A question about the expansion and fairing differences between poly and epoxy

Discussion in 'Materials' started by Skua, Sep 12, 2020.

  1. Skua
    Joined: Apr 2013
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    Location: Hunt's Pier WW NJ

    Skua Senior Member

    I recored my transom with MDO and DF plywood, and reskinned the interior with glass and epoxy. My question pertains to all of the bolt holes and thruhulls, that now require filling and refinishing, some of which will no longer be used. The outer skin is typical 30 year old gelcoat. The boat will be painted when done. I will be using some sort of epoxy bog and glass to rework the holes. Will the difference in the expansion rates of poly and epoxy be a problem in getting a good aesthetic? Here to fore my experience is with metal body work, which can give less than great results(without careful attention to materials) with the surface looking like a relief map. Any instruction or advise is appreciated.
     
  2. missinginaction
    Joined: Aug 2007
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    Location: New York

    missinginaction Senior Member

    So you removed a deteriorated core, replaced it with MDO and douglas, right? I'm hoping that you laid up something bulky like a layer of biaxle mat and slurried in a thickened mix of slow curing epoxy. Typically people then place a number of wood screws through the outer skin and use the screws to draw the core up tight against the outer skin/ biaxle mat/epoxy to get a decent bond between the outer laminate and the new core. Once the assembly has cured and the screws aren't needed any longer I just pop them out and fill the holes with a little thickened resin and then sand down before paining the transom.

    I've never had any problems with different expansion rates for poly versus epoxy. I wouldn't worry about it. I know what you mean abouut using some epoxies for auto body work. I believe that with sheet metal and epoxy as a filler there are vastly different expansion rates. With what you are doing you have a much thicker assembly than a sheet metal car body and the entire assembly tends to expand and contract as one. Keep in mind that resin, either poly or epoxy is basically a plastic and tends to be more forgiving than sheet metal. I'm not a metals expert or a chemist so remember that's just my take as a person who's used these products for years.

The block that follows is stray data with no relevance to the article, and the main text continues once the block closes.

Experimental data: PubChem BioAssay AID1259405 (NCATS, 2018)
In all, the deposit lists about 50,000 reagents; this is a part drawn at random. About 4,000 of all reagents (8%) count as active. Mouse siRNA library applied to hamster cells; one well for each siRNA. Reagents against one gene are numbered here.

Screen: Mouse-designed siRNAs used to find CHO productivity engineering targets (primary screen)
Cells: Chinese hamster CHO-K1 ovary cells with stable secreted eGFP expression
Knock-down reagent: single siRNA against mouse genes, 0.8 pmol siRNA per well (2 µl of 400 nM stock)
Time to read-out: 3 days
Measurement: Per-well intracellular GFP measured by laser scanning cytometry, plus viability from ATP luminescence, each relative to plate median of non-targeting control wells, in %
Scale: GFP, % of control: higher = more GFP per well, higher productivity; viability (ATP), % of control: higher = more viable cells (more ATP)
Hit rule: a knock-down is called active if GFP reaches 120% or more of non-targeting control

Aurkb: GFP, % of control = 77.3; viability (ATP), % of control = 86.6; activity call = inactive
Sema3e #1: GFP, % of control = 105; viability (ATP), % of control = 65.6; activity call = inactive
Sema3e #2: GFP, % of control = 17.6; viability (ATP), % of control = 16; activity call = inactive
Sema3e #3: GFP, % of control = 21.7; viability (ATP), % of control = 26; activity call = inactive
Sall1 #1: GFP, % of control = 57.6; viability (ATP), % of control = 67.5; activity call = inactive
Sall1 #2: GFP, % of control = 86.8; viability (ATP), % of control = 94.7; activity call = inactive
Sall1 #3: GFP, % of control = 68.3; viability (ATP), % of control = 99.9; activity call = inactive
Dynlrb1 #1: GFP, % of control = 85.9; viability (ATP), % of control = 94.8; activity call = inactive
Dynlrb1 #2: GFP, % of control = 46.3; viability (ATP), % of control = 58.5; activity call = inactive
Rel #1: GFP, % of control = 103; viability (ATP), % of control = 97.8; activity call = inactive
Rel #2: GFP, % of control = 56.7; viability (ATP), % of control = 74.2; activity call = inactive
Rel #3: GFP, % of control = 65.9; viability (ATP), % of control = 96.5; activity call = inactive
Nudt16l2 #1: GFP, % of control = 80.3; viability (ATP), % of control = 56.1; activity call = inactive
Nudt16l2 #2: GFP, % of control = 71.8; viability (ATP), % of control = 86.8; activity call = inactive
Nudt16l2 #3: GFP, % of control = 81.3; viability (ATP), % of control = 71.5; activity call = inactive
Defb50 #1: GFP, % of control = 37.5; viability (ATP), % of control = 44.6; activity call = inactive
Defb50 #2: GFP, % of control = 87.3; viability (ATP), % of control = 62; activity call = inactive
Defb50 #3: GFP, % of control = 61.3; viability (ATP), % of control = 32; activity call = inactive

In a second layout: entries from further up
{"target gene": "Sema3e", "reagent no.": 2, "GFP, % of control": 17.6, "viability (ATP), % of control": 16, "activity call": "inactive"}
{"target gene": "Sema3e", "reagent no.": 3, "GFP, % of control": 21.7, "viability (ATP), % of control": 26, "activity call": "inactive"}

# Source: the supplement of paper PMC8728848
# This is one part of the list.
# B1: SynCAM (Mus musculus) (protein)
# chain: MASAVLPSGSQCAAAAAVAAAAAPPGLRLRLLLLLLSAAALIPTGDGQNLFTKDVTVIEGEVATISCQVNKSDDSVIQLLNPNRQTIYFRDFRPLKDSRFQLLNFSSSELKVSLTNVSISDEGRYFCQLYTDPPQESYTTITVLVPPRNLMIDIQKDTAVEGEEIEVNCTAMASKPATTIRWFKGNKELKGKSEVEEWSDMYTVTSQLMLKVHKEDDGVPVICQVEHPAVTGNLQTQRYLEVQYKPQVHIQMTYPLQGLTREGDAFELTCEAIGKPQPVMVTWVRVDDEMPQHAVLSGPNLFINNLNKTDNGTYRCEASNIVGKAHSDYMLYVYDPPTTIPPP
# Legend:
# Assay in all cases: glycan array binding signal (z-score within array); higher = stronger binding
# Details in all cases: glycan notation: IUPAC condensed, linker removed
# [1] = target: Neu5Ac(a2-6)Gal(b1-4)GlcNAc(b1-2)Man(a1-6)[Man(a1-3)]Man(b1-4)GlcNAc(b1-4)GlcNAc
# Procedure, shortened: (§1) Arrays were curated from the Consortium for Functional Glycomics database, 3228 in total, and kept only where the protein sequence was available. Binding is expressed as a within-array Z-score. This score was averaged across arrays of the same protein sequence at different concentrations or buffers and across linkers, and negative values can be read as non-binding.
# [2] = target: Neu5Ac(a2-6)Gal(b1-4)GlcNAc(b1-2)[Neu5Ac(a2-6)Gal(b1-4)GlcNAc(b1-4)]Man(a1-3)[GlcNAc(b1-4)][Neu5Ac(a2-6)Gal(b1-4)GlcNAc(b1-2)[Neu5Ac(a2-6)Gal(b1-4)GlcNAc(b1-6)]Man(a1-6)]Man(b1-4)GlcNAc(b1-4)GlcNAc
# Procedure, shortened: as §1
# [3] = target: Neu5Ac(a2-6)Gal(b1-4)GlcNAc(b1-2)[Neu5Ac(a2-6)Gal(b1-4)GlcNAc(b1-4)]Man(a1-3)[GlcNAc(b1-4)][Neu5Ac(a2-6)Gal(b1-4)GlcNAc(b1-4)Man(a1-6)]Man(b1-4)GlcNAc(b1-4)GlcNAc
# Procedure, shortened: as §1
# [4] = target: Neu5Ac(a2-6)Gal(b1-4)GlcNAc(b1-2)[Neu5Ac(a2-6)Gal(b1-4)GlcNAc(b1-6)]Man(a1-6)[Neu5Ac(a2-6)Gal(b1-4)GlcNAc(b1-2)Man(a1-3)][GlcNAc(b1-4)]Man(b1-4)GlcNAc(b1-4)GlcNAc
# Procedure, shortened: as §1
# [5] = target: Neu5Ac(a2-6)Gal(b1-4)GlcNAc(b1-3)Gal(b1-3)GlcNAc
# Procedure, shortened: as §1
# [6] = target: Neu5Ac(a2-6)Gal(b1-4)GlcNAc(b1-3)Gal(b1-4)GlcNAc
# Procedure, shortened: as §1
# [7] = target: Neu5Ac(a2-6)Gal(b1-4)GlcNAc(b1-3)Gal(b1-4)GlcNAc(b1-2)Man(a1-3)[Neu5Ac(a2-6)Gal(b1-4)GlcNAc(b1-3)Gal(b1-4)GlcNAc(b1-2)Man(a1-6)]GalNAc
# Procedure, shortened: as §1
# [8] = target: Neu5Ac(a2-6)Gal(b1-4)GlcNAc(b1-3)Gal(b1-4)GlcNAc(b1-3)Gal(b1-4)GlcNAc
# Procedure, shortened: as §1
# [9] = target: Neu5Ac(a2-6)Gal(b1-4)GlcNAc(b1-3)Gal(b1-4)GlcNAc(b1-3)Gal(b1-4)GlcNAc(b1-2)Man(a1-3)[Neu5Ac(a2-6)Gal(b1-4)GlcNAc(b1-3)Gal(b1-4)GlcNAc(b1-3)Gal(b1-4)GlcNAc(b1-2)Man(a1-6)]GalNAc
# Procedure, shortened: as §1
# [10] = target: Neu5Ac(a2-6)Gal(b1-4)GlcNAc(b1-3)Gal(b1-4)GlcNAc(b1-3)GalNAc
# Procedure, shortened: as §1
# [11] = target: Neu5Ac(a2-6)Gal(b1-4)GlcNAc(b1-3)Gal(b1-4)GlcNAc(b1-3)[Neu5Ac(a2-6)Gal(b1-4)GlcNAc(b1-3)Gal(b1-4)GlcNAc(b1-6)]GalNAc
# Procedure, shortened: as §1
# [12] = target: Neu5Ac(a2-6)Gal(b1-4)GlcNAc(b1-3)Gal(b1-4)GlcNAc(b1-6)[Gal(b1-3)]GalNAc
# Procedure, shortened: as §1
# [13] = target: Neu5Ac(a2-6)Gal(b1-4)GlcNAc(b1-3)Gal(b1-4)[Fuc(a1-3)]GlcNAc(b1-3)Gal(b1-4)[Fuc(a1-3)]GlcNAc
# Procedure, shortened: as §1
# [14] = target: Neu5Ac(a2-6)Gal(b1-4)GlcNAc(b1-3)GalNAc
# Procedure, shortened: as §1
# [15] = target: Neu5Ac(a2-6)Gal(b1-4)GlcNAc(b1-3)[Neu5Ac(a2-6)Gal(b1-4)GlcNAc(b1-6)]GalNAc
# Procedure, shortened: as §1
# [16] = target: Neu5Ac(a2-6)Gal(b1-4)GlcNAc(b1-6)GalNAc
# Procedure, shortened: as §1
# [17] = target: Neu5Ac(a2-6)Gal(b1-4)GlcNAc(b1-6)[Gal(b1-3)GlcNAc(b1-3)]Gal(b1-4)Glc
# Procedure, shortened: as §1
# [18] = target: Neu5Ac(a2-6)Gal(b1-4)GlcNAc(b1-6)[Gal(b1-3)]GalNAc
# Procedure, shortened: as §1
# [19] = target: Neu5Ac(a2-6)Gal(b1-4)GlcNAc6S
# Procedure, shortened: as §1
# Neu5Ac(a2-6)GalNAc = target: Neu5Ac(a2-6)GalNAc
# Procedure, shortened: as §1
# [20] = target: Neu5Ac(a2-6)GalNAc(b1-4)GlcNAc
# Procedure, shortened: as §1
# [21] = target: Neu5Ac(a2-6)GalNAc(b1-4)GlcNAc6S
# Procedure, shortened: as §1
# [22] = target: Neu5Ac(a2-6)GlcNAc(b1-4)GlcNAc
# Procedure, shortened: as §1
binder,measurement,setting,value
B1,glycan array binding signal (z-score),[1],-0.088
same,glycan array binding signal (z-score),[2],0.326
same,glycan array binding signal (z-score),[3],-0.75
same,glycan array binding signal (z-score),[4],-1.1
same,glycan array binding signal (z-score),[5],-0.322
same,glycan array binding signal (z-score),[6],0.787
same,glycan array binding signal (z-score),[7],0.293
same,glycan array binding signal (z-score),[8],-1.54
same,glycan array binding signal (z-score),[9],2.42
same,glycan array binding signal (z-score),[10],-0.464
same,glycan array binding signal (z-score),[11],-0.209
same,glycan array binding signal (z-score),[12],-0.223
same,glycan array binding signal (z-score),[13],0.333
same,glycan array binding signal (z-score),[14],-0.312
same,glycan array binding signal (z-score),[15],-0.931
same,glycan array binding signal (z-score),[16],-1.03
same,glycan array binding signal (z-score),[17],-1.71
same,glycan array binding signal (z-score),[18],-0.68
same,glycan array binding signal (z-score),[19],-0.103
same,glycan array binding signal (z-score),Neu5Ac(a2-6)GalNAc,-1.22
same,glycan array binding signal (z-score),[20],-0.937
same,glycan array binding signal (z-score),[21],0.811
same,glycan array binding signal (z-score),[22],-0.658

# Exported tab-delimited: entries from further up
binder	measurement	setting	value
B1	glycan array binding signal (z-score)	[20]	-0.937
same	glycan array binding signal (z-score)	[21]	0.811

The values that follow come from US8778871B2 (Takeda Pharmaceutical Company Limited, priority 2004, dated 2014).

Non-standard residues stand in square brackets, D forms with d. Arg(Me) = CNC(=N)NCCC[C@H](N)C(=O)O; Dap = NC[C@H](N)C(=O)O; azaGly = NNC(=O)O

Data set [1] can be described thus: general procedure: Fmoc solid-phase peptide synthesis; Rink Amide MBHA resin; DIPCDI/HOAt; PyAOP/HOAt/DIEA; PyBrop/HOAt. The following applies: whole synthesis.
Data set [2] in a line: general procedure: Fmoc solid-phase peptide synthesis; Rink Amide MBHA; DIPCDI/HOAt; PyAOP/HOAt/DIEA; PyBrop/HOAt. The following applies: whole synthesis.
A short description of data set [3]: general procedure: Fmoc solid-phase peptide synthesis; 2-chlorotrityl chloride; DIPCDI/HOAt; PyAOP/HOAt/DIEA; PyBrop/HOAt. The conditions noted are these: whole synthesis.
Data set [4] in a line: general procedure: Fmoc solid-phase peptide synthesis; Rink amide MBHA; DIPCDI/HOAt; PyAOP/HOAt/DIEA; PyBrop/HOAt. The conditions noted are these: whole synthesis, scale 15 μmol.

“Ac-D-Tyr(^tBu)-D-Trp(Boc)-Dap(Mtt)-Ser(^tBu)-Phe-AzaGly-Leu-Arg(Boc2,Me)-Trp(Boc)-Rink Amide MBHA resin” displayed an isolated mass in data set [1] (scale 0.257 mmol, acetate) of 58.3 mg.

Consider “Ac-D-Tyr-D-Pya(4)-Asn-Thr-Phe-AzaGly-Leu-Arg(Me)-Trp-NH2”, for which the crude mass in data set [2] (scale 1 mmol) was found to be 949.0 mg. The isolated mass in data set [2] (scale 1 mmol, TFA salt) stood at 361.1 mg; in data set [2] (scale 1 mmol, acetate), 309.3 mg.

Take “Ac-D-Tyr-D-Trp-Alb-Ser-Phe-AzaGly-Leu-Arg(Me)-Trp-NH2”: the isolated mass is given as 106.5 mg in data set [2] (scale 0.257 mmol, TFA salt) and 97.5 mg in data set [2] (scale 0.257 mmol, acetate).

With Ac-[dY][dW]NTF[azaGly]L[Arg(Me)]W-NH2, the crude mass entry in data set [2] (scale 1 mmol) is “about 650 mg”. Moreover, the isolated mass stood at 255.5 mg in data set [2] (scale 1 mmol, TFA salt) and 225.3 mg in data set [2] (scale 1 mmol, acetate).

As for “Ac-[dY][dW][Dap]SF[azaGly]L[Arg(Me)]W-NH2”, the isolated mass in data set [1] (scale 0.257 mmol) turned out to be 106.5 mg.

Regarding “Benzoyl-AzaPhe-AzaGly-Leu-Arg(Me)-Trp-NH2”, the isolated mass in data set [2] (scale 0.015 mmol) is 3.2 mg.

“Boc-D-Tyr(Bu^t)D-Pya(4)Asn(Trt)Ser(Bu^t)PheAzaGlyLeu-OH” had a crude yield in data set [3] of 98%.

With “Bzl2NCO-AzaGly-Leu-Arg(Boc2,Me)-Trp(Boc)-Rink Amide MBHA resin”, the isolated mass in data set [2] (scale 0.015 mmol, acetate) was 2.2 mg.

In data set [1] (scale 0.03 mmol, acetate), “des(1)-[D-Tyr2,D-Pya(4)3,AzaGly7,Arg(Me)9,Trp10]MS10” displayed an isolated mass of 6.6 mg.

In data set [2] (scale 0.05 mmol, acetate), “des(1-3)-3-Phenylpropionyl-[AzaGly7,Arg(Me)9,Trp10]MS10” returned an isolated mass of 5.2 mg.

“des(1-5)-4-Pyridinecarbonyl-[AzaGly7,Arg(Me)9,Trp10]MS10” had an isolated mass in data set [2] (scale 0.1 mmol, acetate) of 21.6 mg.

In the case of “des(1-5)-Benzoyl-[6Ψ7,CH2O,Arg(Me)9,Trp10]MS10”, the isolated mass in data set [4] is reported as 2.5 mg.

What I WOULD worry about is keeping water out of your new core. Pay close attention to detail when you're filling those old unused openings. Any new openings you make should have three coats of resin applied to the inside of the hole sealing the raw wood and a generous application of bedding material when the fitting is installed. Get water in there and you'll be dealing with the same problem that lead you to replace the core today.

    For future reference you might want to consider something like COOSA Composite for the part of any project that is below the waterline. COOSA is a little pricey but it's impervious to water.

    Good luck,

    MIA
     
  3. BlueBell
    Joined: May 2017
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    Location: Victoria BC Canada

    BlueBell Ahhhhh...

    Probably not from an "aesthetic" point of view.
    I'd be more concerned (not worried) about structure failure.
    Are you painting it black?
    Will it be exposed to direct sun?
    Half in the water, half out?
    Pictures?
     
  4. Skua
    Joined: Apr 2013
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    Location: Hunt's Pier WW NJ

    Skua Senior Member

    All the holes will be overbored and filled with epoxy bog then redrilled, if not permanently filled. I was concerned, a bit, of the possibility that the filled ares may tend to stand proud, or drop low, of the surrounding poly area, when in the sun.
     

  5. missinginaction
    Joined: Aug 2007
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    Location: New York

    missinginaction Senior Member

    That's the way to do it. Drill....fill...drill. I'd suggest that after the first overbore is done, you coat the raw wood (around the inside of the hole) that you've exposed with three coats of unthickened resin. Then tape the inside of the opening and fill it with your thickened mix. As for the fairness of the finished product, well that depends on how good your eyes are and how fussy you are. Based on your original post you probably already know this but a good paint job is 90% prep work.

    There are a number of ways to make an easily sandable filler. You might want to do a search on this. Use as little silica/cabosil as you can and rely on Q-cells and even talc. Yep, just good old baby powder.

    Good luck,

    MIA
     
    Last edited: Sep 14, 2020
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